Last night was all about the vineyard and the grapes. The attention of the morning turned to the cellar and the detailed processes that are involved in winemaking. The Wine Prof began with crushing and de-stemming. The aim is to extract the juice but without too much tannin. The grape skins need tear a little though. Whole berries can be fermented if you wish for a fruitier and less tannic wine. As ever, it is the side information that can be the most useful and practical. It takes 2 hours to crush 100 kg of grapes by hand or foot, which is the smallest viable amount to make red wine. A small-scale crusher costs between R10,000 and R25,000. Each vine produces 0.5 kg up to 2-3 kg of grapes which equates, in Stellenbosch, to R4,000 to R20,000 per tonne. If buying, one should aim to pay R7,000 to R8,000 per tonne.
Pressing comes next. White grapes need skin contact for flavour but not for too long or else too much tannin is extracted. Temperatures can rise too due to spontaneous fermentation. This can lead to a slimy must that makes juice extraction difficult. It is best to press at 10-15°C and for no longer than 12 hours after crushing. Red wines are usually pressed at the end of fermentation as the alcohol that has formed breaks down the pectins to make the skins less slimy. Wine colour can be manipulated by using either ‘free run juice’ or ‘bleeding’ juice to increase the skin: juice ratio. I learned about equipment and pressures. A sieve can be used to hand press up to 120 kg of grapes (about 50 l in volume) that will give 45 to 55 l of juice. A small-scale basket press is advised for any greater amount, using a single press of 0.5 bar for white grapes and 1-2 bar for red grapes (1 or 2 presses depending on colour preference).
The juice is then settled to remove solids to clear the juice. This best done overnight at a cool temperature (10-15°C) to slow fermentation. Pectolytic enzymes and SO2 are added before the settled, clear juice is ‘racked’ off (siphoned) into 20 l buckets, or larger. The Wine Prof then explained the intricacies and the importance of acidity which now needs to be adjusted. Wine contains different types of acids, mostly tartaric, malic, succinic, ascorbic and acetic acid. Three terms are used to describe: Volatile Acidity (VA), which can be removed from wine by distillation and which is mostly acetic acid; Fixed Acidity (FA) which is either mostly tartaric and malic acids (if the wine has not undergone malolactic fermentation, or MLF) or tartaric acid and lactic acid (if the wine has undergone MLF), which cannot be removed; and Titratable Acidity (TA) which is the sum of VA and FA.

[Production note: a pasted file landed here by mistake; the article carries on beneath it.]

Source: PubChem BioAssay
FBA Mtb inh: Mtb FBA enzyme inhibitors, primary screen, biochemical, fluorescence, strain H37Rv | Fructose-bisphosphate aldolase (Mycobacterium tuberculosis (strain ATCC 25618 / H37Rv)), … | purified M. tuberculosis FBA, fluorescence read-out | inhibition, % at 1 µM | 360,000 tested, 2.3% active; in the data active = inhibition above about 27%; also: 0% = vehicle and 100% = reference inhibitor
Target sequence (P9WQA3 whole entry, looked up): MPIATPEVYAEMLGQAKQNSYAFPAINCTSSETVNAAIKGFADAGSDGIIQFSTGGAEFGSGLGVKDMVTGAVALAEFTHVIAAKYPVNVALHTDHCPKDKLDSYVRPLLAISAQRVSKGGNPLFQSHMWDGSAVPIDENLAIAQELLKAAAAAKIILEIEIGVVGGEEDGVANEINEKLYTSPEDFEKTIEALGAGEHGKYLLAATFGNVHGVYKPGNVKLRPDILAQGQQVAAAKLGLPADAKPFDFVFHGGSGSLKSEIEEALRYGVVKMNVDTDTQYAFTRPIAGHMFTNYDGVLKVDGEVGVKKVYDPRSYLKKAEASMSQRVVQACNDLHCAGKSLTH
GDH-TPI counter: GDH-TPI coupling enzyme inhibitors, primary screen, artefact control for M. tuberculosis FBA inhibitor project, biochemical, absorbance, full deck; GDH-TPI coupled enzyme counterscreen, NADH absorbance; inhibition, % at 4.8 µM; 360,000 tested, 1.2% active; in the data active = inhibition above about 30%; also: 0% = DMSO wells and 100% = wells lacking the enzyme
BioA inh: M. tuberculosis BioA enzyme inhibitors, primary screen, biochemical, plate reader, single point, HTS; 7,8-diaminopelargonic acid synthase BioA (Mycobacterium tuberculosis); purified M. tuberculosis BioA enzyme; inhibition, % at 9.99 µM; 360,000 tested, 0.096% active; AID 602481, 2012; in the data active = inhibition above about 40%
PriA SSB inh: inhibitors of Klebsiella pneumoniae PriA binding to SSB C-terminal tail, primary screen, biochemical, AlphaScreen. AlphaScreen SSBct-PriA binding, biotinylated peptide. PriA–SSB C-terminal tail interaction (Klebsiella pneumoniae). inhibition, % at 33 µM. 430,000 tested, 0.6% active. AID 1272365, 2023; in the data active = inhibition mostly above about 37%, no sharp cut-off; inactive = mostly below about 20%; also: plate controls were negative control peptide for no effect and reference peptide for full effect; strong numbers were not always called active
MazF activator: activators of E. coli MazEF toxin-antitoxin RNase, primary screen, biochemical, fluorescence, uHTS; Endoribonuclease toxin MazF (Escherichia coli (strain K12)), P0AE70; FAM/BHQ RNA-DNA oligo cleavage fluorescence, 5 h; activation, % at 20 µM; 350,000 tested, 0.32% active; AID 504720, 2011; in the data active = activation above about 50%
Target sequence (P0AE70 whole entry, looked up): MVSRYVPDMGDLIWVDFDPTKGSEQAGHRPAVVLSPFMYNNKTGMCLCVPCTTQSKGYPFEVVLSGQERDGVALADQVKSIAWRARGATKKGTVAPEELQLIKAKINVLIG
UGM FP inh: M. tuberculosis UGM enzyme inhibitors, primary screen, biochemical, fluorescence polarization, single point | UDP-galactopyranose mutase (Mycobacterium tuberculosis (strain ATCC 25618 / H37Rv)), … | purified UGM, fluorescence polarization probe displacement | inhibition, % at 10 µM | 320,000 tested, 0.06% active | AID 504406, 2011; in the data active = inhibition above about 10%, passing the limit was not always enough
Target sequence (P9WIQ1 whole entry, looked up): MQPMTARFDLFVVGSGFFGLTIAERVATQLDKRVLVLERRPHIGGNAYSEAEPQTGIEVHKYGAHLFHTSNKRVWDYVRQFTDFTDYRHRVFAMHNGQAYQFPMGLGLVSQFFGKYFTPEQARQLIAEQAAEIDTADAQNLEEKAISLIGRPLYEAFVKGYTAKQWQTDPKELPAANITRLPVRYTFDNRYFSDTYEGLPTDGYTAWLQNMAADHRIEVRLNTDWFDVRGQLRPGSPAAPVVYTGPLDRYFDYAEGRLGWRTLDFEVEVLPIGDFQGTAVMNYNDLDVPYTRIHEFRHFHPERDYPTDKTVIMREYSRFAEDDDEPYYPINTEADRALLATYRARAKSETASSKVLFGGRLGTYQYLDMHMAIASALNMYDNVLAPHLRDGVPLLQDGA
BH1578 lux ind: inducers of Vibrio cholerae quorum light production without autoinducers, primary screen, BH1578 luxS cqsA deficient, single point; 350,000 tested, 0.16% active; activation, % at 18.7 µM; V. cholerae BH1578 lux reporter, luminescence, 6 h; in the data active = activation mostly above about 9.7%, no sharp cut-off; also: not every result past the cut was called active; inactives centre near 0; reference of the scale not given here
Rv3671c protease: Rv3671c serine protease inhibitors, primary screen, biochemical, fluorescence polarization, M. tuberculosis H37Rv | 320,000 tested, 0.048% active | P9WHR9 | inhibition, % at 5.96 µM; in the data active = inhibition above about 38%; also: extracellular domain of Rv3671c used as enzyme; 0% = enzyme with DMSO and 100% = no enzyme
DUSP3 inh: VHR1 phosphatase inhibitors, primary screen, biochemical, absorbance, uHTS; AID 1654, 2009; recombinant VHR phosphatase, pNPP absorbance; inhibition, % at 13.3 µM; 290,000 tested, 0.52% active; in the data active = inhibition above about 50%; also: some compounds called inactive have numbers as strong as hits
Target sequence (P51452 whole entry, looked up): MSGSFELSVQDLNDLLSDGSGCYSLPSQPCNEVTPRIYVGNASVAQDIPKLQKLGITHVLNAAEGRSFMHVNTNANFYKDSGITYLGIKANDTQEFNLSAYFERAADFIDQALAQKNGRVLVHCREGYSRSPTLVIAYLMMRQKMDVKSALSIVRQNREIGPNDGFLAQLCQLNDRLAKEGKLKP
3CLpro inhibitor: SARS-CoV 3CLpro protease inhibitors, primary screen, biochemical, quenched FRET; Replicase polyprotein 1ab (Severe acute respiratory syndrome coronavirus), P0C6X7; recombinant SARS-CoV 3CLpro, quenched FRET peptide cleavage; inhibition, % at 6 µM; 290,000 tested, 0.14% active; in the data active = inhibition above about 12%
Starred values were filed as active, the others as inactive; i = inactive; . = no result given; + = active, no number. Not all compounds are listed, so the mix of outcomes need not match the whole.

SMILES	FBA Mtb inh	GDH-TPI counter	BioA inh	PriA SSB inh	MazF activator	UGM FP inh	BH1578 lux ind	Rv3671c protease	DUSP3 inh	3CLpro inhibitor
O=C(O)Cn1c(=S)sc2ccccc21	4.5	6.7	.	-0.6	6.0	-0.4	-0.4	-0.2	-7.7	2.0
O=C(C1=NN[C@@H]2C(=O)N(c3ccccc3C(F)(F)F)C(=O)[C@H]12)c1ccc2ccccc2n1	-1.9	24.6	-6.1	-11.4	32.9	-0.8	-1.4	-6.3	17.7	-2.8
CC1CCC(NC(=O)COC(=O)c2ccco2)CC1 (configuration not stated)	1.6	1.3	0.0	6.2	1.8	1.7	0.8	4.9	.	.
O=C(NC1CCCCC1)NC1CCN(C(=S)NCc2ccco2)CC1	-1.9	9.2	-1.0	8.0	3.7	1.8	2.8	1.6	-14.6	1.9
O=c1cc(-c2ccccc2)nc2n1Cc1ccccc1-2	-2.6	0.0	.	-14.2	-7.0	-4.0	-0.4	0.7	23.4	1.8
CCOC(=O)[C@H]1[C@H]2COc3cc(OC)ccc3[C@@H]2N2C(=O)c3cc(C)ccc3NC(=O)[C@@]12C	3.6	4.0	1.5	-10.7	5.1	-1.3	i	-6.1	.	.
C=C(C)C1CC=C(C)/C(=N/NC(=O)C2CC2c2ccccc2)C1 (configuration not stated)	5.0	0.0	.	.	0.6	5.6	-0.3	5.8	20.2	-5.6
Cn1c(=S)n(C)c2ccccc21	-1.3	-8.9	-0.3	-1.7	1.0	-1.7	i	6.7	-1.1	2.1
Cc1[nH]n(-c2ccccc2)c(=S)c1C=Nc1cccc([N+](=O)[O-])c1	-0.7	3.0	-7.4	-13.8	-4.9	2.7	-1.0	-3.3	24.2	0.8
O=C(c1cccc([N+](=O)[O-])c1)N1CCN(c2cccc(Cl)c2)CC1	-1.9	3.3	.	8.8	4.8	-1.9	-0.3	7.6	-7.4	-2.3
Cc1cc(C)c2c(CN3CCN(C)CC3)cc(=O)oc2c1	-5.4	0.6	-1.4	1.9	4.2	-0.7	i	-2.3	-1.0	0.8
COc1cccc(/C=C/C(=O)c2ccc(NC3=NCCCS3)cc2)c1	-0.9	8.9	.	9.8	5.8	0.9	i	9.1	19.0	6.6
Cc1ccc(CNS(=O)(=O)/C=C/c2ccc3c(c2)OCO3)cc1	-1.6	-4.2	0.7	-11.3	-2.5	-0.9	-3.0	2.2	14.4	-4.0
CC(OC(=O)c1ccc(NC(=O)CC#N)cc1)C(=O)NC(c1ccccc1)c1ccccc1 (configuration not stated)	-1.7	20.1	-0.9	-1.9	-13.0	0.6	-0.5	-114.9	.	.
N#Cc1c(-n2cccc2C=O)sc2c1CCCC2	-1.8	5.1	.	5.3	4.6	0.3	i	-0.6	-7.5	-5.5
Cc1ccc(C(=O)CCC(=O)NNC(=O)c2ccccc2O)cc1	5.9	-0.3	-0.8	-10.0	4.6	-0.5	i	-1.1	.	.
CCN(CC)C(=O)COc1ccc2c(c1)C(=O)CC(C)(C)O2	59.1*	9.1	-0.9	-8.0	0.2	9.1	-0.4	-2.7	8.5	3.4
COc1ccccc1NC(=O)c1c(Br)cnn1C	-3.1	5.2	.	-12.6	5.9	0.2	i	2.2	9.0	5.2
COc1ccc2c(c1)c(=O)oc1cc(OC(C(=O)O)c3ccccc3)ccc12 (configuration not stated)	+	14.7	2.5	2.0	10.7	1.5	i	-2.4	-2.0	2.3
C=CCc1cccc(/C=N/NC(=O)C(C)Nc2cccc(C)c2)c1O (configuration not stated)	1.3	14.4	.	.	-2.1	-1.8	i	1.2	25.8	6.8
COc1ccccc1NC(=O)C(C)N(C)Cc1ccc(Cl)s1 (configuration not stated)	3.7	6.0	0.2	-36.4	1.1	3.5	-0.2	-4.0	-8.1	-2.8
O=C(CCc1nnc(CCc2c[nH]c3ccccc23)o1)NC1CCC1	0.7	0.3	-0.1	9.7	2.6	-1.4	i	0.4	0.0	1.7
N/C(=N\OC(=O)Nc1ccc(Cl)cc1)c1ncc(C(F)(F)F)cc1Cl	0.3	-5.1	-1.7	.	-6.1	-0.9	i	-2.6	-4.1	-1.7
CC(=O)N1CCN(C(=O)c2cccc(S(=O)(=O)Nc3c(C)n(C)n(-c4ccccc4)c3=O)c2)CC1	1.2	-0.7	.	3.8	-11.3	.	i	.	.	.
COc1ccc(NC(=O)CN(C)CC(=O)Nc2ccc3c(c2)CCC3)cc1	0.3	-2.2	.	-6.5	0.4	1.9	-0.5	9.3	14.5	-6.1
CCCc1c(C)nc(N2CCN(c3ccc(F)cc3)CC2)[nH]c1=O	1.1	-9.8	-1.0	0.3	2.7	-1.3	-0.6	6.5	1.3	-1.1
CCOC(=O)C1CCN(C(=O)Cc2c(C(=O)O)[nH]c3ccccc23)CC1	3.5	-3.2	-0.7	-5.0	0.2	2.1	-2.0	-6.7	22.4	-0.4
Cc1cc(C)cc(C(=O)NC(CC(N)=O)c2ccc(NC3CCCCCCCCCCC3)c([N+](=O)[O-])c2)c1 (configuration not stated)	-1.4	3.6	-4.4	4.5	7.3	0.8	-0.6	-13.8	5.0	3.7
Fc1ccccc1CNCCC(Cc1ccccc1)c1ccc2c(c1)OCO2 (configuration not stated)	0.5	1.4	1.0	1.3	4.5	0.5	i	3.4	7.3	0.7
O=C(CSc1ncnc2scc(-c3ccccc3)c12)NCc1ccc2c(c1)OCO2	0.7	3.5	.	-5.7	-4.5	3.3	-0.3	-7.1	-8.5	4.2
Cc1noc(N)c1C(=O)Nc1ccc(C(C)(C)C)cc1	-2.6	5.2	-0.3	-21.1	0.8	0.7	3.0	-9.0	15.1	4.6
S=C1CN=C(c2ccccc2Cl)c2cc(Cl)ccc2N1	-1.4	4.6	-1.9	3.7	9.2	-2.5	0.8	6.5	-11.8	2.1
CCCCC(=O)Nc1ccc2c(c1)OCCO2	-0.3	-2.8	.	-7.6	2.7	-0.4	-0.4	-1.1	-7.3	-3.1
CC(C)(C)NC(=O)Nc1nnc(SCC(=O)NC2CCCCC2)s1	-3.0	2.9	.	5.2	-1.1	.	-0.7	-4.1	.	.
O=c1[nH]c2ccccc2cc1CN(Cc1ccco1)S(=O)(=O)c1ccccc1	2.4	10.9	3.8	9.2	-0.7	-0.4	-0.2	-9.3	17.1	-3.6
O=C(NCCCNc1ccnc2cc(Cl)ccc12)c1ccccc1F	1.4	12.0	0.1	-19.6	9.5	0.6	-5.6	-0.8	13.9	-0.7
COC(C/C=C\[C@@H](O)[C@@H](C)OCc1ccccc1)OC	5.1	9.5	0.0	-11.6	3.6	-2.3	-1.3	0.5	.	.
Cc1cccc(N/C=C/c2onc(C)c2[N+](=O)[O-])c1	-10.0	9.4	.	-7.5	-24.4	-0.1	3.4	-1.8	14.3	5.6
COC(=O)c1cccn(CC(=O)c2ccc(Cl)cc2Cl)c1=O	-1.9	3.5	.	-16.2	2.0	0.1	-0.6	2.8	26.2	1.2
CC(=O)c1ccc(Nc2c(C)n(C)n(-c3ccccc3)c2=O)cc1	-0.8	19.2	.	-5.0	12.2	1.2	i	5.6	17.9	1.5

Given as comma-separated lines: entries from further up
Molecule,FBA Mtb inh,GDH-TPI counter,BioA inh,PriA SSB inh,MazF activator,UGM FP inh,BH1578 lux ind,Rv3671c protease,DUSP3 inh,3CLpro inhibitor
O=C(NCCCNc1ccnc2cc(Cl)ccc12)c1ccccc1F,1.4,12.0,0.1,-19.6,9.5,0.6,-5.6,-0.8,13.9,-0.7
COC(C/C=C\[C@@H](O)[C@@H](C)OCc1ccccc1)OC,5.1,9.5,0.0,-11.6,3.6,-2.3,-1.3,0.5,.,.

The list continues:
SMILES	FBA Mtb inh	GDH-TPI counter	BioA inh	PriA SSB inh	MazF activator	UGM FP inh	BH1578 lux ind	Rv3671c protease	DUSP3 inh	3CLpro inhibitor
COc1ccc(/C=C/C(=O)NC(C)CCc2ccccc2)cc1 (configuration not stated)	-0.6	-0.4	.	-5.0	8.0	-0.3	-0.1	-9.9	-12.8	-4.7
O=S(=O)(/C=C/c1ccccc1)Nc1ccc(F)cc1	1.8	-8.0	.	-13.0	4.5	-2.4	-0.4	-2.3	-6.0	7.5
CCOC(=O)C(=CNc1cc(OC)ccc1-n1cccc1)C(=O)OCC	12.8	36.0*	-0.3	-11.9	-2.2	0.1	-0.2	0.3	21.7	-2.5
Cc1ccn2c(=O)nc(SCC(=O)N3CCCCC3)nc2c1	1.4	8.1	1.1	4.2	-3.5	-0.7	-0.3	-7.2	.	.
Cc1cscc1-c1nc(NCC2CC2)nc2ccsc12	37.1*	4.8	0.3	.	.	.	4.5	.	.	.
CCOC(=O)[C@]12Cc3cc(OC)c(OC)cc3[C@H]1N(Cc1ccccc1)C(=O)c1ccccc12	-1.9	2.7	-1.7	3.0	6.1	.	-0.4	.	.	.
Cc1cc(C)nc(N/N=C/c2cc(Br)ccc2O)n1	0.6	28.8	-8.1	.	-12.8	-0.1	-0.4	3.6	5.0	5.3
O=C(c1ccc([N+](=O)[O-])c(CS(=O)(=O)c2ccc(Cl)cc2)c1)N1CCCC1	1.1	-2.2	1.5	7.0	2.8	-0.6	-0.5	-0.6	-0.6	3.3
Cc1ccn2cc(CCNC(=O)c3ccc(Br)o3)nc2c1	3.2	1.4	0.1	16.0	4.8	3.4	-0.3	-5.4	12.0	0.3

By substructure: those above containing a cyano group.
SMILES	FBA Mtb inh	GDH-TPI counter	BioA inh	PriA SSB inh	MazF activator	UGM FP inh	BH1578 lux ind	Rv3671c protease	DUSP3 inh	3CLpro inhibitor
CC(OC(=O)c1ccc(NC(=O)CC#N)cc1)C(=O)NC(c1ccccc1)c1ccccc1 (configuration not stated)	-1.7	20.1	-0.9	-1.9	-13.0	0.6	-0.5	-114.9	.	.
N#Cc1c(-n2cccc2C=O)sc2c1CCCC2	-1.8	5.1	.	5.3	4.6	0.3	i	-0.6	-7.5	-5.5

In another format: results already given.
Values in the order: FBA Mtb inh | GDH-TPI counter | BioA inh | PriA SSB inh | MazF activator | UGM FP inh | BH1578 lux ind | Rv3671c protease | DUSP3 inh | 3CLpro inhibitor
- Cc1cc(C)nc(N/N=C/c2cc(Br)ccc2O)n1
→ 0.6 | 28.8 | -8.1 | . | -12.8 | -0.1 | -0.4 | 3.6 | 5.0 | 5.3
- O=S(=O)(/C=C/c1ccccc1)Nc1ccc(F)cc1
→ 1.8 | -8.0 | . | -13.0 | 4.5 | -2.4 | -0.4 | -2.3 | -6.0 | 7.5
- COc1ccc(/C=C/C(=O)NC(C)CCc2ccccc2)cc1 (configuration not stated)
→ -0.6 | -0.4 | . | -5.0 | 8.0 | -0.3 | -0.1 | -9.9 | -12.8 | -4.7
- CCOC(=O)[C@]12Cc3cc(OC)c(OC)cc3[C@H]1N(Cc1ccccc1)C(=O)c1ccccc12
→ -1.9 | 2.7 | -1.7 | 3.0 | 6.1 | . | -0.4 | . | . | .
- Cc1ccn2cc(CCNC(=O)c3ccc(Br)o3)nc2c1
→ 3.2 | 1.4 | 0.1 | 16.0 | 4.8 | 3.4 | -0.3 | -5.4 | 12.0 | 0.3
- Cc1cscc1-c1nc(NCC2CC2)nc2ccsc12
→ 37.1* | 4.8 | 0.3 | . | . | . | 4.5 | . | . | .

There is a lot of chemistry here. The acid concentration in South Africa is often too low. This means that either tartaric (usually) or malic acid must be added to the must to adjust the pH level to the right amount. Wine has a pH of between 2.8 and 4.2. There are many reasons why maintaining a low pH is important. Sulphur dioxide, which cuts microbial activity by spoilage organisms, works better at low pH. Lower pH wines oxidise less and keep better in the bottle. The colour of red wines is better at lower pH as it favours red anthocyanins over blue ones. A low pH is also favourable for wines such as Sauvignon Blanc as less fining is needed for protein stability.
The Wine Prof explained the different characteristics of ‘oxidative’ versus ‘reductive’ winemaking. It is best to keep oxygen out as too much makes for brown wines with too much acetaldehyde. Oxygen can be removed in varying ways: keeping temperatures low; adding dry ice while pressing and crushing, or to receiving tanks while racking; adding ascorbic acid or SO2 to the must; or purging with inert gasses such as nitrogen or carbon dioxide.
Alcoholic fermentation (as distinct from MLF) is the process whereby yeast converts grape sugars into alcohol and other products. It is, together with grape quality, the most important factor to make good wine. I learned about the different types of natural and commercial yeasts. Saccharomyces cerevisiae is naturally found and is also bought as active dry wine yeast (or ADWY). I learned that the eventual alcohol concentration of the wine is 0.58 x °B. Yeast needs nutrients – nitrogen in the form of ammonium and amino acids – and especially at the start of fermentation or else it can become ‘stuck’. Diammonium phosphate (commonly known as DAP) is added on the 2nd and 3rd day of fermentation. DAP also helps prevent the yeast from making unwanted H2S that can give wine a smell of rotten eggs.
Yeasts can have a large effect on wine aroma and flavour too as they form esters and higher alcohols. Esters can give whites wines fruity flavours and the banana character of Pinotage, as I discovered in the smell tastings last night, while the higher alcohols can give white wines added complexity. Meanwhile, the Wine Prof offered tips on how to rehydrate and add yeast, how to manage temperature control for white and red wines (ferment at 10-15°C and 22-30°C, respectively), and container types. White wines are best made using demi-johns with airlocks (the escaping CO2 purges oxygen) with open 20 l buckets being best for red wines.
We then learned about the risks and needs of natural fermentation – which uses natural yeasts – and how less consistent and more difficult it is to control compared with barrel fermentation using commercial yeasts. The last topic before the morning break – phew! – was colour extraction for red winemaking. Colour is extracted first during fermentation (as it is more water soluble), then skin tanning and, last, seed tannins. The CO2 formed during fermentation forces grape skins to the top of the must to form a skin ‘cake’. This needs mixing and a number of techniques are commercially used and available to the garagiste. The most common and easiest technique is manually to push the cake down using a broom with a wide round base. This is done 4 to 5 times daily. Another way to increase red wine colour is to ‘cold soak’ the must at around 8°C for a few days after crushing and before alcoholic fermentation. Using this approach, anthocyanins but not the tannins are extracted.